6. 6. EMPIRICAL ANALYSIS Sample Characteristics 161 women hailing across different economic backgrounds and from different urban establishments of the country were surveyed. Amongst them, 94 percent were holders of a bank account.  The sample was split along six occupational backgrounds, that is, Domestic Worker, Housewife, Student, Non-Bank Professional, Bank Professional and Entrepreneur. Further, all respondents lived in urban areas, and 87 percent were from Delhi or Bangalore.  58 percent of the respondents were less than or equal to 34 in age.  19 percent of the respondents had a maximum education level of 12th pass. 5% 17% 20% 30% 24% 3% Occupational background Domestic Worker Housewife Student Non-Bank Professional Bank Professional Entrepreneur
  7. 7. Results  15 percent women weren’t comfortable with the existing banking environment.  16 percent women preferred to deal with females for loan applications.  34 and 36 percent women preferred female counter employees and female managers respectively over their male counterparts.  22 percent women would prefer the All Women Bank over existing banks.  29 percent of the people with educational qualification up to class 12th or equivalent preferred an all-female branch over a regular bank.  15 percent of people aged 34 and above preferred the All Women Bank over a regular bank. Limitations The sample majorly consists of data only from metro cities, as the rural areas could not be touched; it is not a very good representative of entire India.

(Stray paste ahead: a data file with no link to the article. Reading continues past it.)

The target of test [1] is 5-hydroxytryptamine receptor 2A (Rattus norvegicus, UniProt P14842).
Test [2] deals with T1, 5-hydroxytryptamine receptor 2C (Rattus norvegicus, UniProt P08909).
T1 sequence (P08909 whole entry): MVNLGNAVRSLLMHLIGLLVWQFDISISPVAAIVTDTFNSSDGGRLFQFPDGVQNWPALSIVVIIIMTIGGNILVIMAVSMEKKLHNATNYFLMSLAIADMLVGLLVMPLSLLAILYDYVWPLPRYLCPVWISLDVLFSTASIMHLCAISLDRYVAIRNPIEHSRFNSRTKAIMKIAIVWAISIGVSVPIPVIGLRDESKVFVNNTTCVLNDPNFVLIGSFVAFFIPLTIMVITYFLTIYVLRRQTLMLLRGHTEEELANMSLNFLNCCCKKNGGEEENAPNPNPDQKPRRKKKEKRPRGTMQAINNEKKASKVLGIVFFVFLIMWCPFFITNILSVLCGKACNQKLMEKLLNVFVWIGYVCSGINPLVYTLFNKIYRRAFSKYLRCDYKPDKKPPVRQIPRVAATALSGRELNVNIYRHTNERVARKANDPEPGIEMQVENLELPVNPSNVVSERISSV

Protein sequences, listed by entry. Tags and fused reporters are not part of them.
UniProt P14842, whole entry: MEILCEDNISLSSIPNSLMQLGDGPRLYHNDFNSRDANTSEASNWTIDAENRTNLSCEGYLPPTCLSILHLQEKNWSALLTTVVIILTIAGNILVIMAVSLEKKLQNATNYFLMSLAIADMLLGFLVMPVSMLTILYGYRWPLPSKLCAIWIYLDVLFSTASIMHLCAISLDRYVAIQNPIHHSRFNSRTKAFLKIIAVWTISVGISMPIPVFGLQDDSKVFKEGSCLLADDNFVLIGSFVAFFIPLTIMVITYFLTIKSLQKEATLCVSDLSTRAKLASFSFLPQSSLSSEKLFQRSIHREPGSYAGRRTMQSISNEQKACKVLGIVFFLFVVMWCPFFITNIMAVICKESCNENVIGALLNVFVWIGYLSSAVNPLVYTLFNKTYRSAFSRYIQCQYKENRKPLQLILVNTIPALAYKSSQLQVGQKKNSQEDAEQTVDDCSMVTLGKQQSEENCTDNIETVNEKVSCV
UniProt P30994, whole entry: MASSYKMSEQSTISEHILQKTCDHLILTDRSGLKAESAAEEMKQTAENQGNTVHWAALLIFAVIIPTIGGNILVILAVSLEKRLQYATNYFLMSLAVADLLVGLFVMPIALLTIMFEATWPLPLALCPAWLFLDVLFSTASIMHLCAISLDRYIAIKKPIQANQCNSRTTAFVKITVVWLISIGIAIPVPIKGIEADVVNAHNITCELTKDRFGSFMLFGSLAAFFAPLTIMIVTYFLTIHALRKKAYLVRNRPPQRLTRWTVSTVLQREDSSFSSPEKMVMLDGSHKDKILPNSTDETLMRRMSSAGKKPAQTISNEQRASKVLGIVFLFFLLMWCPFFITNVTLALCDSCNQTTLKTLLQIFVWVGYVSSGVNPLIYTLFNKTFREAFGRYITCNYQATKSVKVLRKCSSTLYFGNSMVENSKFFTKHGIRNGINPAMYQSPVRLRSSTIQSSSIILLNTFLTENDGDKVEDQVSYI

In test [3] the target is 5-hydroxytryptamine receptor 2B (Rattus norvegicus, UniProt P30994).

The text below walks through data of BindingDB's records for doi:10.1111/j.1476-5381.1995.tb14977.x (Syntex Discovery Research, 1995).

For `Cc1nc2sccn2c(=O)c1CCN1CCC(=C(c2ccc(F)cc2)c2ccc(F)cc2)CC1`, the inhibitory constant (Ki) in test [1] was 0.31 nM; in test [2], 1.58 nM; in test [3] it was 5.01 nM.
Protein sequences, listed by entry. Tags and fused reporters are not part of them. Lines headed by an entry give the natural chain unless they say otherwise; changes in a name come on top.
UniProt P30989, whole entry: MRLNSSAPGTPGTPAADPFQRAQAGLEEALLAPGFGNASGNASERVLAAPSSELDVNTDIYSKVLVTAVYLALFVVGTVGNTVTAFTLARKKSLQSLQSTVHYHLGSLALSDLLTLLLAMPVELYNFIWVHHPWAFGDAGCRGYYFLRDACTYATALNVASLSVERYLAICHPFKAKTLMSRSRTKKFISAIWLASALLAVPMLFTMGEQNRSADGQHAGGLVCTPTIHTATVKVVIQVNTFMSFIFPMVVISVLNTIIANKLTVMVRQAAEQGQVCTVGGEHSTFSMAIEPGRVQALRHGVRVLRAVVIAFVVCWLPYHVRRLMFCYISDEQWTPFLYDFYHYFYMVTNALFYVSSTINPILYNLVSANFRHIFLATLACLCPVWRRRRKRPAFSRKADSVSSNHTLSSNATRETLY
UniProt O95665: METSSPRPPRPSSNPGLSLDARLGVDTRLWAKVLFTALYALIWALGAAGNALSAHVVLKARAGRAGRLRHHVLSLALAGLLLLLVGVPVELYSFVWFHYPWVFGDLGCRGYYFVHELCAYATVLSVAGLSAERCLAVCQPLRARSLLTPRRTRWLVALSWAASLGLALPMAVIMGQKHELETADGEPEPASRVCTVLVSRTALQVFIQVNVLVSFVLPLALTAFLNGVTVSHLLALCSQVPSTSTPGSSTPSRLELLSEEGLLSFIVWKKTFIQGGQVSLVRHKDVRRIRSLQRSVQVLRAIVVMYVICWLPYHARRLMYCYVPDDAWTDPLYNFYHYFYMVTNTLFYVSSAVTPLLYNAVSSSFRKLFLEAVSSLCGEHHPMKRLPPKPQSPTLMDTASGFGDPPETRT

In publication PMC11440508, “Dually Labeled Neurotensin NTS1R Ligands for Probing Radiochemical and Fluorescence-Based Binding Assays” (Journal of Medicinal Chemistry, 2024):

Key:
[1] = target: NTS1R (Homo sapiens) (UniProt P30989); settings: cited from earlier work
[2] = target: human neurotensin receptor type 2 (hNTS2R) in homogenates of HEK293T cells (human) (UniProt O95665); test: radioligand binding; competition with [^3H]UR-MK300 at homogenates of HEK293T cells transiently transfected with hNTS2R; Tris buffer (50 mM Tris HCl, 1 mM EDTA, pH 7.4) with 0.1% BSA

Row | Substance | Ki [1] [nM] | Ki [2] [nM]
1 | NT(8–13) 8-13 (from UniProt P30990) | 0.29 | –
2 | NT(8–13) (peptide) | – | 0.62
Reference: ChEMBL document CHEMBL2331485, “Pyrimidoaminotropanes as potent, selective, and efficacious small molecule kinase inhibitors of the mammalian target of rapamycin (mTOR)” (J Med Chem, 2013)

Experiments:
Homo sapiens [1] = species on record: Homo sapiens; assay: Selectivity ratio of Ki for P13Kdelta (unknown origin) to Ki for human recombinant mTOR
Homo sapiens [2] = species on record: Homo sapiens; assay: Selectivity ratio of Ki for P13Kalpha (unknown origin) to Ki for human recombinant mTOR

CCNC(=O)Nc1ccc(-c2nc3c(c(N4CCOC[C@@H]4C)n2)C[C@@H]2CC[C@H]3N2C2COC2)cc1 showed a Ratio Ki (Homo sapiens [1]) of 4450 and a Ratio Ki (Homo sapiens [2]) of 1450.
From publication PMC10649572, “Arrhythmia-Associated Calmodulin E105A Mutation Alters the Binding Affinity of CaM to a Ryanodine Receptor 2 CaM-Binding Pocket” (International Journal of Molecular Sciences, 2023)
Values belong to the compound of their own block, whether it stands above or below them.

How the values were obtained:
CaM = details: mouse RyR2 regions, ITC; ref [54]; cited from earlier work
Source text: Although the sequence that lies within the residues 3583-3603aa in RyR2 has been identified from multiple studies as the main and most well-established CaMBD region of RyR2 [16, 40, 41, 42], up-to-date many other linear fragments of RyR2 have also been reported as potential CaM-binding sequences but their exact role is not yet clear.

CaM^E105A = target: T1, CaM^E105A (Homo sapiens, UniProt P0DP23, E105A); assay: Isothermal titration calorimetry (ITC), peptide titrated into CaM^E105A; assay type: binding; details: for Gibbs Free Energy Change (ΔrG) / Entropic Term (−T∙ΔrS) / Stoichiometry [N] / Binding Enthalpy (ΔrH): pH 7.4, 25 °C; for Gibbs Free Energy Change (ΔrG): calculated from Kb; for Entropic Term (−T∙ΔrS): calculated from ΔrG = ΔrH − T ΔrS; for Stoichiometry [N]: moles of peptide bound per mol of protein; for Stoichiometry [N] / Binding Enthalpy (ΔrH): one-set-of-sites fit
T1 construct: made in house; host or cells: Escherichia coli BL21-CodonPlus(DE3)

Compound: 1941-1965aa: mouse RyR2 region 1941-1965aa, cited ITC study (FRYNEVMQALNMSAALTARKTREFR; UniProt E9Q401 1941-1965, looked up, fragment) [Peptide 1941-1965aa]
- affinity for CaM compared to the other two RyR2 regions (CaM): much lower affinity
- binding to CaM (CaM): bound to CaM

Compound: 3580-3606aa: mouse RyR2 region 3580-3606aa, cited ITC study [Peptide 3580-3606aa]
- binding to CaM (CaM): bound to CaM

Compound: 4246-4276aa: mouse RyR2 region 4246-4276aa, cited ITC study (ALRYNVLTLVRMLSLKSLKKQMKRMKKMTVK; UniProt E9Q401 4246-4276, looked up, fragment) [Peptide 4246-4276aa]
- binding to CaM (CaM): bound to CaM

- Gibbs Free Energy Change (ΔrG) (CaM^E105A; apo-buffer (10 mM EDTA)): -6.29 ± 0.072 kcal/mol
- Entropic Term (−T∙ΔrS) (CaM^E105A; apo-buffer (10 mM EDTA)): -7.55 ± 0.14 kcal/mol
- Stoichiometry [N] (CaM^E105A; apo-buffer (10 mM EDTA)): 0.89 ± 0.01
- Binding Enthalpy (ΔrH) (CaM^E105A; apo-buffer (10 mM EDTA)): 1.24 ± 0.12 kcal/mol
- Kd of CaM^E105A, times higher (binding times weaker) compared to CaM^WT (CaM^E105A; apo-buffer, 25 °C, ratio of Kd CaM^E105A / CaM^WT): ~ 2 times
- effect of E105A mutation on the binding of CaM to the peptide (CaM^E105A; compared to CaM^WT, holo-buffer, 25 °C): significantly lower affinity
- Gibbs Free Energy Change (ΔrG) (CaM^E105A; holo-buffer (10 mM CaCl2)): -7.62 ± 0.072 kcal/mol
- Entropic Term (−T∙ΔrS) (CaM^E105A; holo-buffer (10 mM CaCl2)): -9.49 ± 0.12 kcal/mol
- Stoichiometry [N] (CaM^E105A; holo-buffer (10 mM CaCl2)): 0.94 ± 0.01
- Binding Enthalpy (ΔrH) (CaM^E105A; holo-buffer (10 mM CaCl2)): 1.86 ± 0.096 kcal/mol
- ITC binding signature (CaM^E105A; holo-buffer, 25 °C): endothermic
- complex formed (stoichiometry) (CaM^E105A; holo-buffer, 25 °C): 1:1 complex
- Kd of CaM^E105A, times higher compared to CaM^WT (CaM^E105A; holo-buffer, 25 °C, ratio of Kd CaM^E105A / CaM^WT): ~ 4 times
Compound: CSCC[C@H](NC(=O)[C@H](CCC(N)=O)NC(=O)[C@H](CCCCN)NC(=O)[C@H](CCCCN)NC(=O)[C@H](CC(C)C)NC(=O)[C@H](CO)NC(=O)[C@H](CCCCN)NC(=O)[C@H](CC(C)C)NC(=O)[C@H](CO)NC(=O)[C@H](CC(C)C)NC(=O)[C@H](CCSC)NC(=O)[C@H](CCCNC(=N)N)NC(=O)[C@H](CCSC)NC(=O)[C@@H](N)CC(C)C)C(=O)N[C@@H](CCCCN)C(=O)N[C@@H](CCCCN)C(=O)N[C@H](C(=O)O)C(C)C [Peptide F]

8. 8. Women Entrepreneur: Financing Provision of home banking for women who can’t move out of the house repeatedly during the sanctioning of the loan. Linkages with training institutes such as beautician training to provide loans to set up beauty salon on successful completion of training. Training of bank employees for understanding of problems such as lack of trust on credit worthiness of women.
  9. 9. Strategic Location of Banks • Strategic location refers to easy accessibility for those in need • Near cluster of SHGs near Handicraft industry clusters • In villages and towns with limited access to banking facilities in Remote areas Customer Relationship Management • Home banking services • Tie-ups with village panchayat and SHGs for marketing and customer relationship building. • Tie-ups with NGOs working with women. • Relationship managers should be women from the local village for building trustworthy relationships Other Schemes • Educational loans for higher education with cheaper interest rates based on merit. • It will help promote higher education for women. • Hiring of employees that are proficient in the local languages. • Special schemes for agriculture/cattle related loans such as low rate of interest, flexible plans, etc.
  10. 10. REFERENCES  122991735307545.html  day-2013-where-are-we-with-womens-access-to- financial-services/#more-10290  microfinance/  financial-inclusion-gender-and-rural  